Unrestrained ketogenesis leads to life-threatening ketoacidosis whose incidence is high in patients with diabetes. While insulin therapy reduces ketogenesis this approach is sub- optimal. Here, we report an insulin-independent pathway able to normalize diabetic keto- genesis. By generating insulin deficient male mice lacking or re-expressing Toll-Like Receptor 4 (TLR4) only in liver or hepatocytes, we demonstrate that hepatic TLR4 in non-parenchymal cells mediates the ketogenesis-suppressing action of S100A9. Mechanistically, S100A9 acts extracellularly to activate the mechanistic target of rapamycin complex 1 (mTORC1) in a TLR4-dependent manner. Accordingly, hepatic-restricted but not hepatocyte-restricted loss of Tuberous Sclerosis Complex 1 (TSC1, an mTORC1 inhibitor) corrects insulin-deficiency- induced hyperketonemia. Therapeutically, recombinant S100A9 administration restrains ketogenesis and improves hyperglycemia without causing hypoglycemia in diabetic mice. Also, circulating S100A9 in patients with ketoacidosis is only marginally increased hence unveiling a window of opportunity to pharmacologically augment S100A9 for preventing unrestrained ketogenesis. In summary, our findings reveal the hepatic S100A9-TLR4- mTORC1 axis in non-parenchymal cells as a promising therapeutic target for restraining diabetic ketogenesis.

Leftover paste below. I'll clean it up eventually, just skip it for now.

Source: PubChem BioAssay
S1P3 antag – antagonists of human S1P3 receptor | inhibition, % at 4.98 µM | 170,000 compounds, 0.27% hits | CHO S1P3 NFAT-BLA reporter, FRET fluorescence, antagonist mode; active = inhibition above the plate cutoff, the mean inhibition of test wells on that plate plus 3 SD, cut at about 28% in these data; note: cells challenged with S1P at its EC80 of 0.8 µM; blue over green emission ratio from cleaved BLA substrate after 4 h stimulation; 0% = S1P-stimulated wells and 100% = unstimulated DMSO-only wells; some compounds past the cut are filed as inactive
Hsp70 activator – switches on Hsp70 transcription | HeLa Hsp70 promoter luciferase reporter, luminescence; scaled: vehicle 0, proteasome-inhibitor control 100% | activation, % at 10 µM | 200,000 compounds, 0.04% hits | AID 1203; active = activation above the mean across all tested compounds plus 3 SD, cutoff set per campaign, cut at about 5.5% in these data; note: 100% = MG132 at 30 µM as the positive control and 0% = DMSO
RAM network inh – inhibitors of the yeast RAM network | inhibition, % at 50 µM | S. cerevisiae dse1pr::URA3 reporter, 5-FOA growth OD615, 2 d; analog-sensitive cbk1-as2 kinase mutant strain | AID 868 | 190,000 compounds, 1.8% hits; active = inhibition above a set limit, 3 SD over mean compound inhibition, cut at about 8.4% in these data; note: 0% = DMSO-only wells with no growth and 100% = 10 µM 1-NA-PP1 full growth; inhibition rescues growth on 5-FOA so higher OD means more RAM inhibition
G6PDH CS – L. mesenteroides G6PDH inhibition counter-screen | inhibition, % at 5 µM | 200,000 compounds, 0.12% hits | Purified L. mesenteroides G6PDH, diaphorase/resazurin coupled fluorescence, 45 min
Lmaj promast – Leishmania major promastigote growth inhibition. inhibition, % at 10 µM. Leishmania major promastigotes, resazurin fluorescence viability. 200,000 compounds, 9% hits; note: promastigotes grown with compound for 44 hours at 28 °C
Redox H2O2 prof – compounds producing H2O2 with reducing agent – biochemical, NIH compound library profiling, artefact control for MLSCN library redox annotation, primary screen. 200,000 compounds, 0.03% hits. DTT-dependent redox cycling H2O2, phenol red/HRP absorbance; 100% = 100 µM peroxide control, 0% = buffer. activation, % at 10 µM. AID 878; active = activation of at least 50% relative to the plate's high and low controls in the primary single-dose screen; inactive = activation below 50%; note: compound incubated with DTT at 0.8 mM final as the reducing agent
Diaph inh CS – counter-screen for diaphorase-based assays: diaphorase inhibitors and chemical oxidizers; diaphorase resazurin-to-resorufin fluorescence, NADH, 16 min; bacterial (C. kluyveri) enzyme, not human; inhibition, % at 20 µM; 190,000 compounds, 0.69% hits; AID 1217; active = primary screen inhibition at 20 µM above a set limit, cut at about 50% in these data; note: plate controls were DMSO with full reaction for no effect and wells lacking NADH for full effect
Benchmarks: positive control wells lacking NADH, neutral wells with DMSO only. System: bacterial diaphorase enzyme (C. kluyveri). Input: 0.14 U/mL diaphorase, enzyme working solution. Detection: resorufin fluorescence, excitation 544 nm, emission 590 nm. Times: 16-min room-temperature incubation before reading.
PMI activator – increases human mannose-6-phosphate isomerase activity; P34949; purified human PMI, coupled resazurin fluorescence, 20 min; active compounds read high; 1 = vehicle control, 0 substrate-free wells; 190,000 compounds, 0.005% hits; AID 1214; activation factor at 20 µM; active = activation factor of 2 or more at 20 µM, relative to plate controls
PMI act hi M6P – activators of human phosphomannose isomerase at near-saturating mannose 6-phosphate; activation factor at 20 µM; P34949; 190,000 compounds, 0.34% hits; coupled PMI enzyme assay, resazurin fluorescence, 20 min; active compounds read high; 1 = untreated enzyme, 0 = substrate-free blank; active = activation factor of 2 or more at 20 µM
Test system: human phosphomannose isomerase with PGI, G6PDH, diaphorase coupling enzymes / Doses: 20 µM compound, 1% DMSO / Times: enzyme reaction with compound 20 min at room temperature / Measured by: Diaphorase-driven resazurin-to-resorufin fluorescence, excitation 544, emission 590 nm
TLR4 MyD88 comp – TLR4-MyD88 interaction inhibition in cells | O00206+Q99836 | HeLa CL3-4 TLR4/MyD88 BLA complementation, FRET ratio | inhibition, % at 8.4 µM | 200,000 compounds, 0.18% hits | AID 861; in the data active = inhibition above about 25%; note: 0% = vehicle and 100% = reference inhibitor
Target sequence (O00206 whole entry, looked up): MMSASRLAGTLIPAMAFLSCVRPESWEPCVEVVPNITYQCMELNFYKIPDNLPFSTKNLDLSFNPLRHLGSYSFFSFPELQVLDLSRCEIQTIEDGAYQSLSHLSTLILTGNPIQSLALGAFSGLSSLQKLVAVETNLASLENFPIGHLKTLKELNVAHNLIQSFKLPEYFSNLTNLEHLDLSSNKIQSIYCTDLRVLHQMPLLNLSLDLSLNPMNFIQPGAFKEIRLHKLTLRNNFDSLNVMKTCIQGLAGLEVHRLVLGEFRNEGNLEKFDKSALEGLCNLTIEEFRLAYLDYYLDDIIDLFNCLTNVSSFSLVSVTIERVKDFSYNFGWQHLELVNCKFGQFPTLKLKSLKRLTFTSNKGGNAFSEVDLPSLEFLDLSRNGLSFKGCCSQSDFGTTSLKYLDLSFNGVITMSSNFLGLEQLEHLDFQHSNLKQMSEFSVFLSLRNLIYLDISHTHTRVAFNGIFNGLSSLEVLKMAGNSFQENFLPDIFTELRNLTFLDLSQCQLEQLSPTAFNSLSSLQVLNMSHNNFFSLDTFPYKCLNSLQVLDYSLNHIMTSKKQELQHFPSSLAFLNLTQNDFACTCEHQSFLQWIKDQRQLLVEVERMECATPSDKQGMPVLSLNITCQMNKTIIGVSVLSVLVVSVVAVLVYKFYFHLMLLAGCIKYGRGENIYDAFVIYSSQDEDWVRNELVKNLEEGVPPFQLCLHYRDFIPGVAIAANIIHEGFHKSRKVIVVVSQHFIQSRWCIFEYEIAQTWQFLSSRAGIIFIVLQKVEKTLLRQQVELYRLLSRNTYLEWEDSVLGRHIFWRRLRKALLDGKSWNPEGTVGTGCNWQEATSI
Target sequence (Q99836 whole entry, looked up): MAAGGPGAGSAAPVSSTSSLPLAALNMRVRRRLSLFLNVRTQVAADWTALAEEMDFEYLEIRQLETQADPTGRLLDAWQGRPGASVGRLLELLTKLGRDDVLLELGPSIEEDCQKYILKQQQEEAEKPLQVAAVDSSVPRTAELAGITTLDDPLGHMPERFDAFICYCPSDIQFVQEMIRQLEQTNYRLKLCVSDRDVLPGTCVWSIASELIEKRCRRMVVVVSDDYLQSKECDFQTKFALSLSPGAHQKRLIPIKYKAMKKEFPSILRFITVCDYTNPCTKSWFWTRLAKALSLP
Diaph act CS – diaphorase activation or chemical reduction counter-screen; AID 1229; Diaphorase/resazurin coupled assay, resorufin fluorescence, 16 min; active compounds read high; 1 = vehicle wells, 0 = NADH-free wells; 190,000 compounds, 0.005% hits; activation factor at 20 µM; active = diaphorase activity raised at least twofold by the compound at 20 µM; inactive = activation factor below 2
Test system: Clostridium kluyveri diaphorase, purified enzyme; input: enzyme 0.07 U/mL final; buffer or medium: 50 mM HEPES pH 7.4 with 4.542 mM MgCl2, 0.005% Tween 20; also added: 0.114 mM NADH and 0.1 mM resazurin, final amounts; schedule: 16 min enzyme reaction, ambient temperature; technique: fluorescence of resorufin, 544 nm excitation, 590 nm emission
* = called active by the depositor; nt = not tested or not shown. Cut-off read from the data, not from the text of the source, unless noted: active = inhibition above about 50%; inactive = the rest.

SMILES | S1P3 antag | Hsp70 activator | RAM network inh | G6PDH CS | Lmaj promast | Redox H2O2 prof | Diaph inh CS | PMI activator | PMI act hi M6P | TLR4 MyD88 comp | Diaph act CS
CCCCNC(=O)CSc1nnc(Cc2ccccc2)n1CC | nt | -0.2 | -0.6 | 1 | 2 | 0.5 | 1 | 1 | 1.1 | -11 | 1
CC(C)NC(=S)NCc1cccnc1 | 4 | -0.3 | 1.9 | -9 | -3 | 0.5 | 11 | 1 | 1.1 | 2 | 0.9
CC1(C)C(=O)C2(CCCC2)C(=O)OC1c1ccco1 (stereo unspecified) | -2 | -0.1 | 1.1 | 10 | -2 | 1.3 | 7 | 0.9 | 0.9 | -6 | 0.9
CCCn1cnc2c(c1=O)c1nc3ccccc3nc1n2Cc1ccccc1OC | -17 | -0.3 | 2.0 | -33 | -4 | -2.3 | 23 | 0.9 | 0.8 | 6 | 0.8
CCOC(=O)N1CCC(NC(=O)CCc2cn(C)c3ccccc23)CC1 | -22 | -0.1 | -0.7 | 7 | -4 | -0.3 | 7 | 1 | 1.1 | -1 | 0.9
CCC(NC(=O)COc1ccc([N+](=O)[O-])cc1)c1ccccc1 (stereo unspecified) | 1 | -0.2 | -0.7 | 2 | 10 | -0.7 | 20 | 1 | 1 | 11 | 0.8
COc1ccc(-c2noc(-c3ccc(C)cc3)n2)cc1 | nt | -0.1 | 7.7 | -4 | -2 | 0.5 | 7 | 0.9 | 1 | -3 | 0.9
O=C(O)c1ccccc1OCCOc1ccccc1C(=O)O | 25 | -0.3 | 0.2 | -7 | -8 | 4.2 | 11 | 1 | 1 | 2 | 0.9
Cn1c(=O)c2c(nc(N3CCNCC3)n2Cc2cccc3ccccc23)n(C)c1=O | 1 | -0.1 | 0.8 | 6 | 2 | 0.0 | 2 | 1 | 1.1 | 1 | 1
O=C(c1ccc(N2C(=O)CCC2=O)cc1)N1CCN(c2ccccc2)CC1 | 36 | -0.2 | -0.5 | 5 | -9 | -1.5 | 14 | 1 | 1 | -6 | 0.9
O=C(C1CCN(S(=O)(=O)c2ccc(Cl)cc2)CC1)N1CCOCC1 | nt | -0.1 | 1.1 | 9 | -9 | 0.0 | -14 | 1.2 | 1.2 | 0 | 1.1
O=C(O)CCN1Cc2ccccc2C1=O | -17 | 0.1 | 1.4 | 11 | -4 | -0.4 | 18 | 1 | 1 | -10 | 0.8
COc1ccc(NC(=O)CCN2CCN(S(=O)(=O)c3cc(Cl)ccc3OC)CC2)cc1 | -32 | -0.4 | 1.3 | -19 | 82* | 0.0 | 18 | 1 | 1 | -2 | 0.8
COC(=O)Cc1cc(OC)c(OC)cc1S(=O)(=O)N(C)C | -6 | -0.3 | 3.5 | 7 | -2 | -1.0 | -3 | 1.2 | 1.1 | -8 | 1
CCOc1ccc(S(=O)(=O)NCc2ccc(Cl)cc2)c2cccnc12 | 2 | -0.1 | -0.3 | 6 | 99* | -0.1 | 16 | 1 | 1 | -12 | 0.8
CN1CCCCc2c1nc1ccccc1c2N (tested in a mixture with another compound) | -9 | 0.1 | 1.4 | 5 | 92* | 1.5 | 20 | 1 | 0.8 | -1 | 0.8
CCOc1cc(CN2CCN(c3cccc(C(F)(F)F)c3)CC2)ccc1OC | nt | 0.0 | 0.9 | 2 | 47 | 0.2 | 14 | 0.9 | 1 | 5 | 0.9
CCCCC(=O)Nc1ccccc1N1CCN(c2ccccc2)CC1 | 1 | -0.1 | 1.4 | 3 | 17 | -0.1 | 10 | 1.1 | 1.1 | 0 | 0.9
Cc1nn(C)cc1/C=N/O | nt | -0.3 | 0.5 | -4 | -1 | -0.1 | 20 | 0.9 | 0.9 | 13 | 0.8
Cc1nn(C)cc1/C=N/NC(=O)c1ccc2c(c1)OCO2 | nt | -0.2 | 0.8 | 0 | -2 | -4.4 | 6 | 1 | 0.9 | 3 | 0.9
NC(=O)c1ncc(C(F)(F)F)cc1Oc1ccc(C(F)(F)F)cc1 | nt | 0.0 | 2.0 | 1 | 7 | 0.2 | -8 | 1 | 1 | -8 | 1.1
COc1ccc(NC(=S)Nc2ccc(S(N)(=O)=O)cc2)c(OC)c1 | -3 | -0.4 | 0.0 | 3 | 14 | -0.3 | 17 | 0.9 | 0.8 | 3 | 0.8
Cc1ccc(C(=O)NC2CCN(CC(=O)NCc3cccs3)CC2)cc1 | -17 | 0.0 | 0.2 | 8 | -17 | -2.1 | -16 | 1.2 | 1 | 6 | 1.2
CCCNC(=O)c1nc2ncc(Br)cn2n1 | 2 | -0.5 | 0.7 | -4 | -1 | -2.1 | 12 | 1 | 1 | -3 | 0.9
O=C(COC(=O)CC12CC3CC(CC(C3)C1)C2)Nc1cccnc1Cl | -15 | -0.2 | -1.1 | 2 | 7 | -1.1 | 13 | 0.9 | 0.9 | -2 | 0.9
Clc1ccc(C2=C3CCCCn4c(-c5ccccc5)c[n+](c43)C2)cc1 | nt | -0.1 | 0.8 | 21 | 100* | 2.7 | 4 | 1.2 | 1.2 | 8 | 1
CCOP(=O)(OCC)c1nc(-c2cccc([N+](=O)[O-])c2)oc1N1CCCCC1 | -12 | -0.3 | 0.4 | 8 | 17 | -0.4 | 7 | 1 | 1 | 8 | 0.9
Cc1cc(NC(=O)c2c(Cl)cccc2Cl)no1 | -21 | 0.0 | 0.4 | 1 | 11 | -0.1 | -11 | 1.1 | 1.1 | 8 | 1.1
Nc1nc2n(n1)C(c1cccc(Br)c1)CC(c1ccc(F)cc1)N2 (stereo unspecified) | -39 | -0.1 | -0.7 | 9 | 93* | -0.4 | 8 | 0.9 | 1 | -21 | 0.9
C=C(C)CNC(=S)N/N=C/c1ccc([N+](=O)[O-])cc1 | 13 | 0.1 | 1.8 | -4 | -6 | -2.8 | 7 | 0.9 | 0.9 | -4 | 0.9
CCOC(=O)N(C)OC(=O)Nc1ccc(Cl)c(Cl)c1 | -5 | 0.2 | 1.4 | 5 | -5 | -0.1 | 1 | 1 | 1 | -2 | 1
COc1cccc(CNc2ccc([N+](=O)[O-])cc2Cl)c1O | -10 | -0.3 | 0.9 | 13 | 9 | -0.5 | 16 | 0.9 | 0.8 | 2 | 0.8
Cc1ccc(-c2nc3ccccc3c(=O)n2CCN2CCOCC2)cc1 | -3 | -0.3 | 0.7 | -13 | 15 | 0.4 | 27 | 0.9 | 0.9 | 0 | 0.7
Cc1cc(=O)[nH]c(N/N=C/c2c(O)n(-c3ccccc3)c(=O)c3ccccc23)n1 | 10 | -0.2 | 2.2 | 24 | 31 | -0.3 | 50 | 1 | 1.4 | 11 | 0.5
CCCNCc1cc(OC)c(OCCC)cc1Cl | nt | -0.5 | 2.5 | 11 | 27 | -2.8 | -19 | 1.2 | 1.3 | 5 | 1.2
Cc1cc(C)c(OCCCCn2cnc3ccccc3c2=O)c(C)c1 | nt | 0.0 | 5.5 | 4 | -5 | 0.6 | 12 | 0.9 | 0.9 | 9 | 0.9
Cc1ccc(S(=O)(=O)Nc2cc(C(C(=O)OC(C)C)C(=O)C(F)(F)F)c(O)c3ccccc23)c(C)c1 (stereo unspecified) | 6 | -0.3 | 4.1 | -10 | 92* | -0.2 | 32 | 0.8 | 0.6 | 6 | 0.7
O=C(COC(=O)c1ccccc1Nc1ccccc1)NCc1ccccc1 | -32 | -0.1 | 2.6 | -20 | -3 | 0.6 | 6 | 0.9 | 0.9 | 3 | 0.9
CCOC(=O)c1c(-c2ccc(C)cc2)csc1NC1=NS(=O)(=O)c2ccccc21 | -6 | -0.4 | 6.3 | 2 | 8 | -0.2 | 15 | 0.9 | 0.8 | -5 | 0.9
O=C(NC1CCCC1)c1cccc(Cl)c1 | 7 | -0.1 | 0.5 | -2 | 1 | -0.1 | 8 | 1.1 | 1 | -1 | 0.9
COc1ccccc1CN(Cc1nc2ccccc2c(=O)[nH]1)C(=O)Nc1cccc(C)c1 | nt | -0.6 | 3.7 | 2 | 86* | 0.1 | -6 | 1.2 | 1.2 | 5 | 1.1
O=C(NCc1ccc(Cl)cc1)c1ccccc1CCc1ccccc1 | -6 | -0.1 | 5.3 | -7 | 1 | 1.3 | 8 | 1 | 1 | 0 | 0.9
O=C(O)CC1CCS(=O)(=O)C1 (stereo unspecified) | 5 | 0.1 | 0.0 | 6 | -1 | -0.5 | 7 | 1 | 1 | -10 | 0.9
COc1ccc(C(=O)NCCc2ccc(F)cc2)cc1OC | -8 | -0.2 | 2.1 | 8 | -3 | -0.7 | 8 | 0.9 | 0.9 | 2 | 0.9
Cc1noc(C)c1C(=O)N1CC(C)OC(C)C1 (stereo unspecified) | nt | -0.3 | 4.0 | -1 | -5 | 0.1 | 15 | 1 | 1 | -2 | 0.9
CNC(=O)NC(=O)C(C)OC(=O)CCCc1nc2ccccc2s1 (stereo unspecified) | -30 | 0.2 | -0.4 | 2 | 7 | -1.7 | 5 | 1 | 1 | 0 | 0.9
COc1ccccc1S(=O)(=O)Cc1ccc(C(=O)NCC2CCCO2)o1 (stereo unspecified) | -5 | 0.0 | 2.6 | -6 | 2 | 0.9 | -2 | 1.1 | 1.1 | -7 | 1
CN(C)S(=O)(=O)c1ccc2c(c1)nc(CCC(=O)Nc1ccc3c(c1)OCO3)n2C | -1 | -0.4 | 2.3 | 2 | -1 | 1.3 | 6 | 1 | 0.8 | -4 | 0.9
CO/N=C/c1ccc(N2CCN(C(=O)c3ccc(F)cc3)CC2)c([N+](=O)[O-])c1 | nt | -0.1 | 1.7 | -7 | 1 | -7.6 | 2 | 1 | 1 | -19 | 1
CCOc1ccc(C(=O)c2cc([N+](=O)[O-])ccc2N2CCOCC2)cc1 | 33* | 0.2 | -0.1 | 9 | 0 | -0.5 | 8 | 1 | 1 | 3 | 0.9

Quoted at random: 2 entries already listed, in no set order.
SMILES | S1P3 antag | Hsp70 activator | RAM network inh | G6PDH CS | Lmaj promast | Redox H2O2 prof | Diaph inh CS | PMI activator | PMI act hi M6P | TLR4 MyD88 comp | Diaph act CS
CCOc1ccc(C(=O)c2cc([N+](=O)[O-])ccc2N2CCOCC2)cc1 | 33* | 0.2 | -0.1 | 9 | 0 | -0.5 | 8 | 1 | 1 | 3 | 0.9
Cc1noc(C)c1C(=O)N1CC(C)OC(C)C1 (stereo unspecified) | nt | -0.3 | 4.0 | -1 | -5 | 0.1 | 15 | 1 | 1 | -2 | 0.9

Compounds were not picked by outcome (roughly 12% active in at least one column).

Gloria Ursino1,2,10, Giorgio Ramadori 1,2,10, Anna Höfler3, Soline Odouard1,2, Pryscila D. S. Teixeira1,2, Florian Visentin1,2, Christelle Veyrat-Durebex 1,2, Giulia Lucibello 1,2, Raquel Firnkes1,2, Serena Ricci1,2, Claudia R. Vianna4, Lin Jia 4, Mirjam Dirlewanger5, Philippe Klee 5, Joel K. Elmquist4,6, Johannes Roth 7,8, Thomas Vogl 7,8, Valérie M. Schwitzgebel 1,2,5, François R. Jornayvaz 2,9, Andreas Boland 3 & Roberto Coppari 1,2 ,
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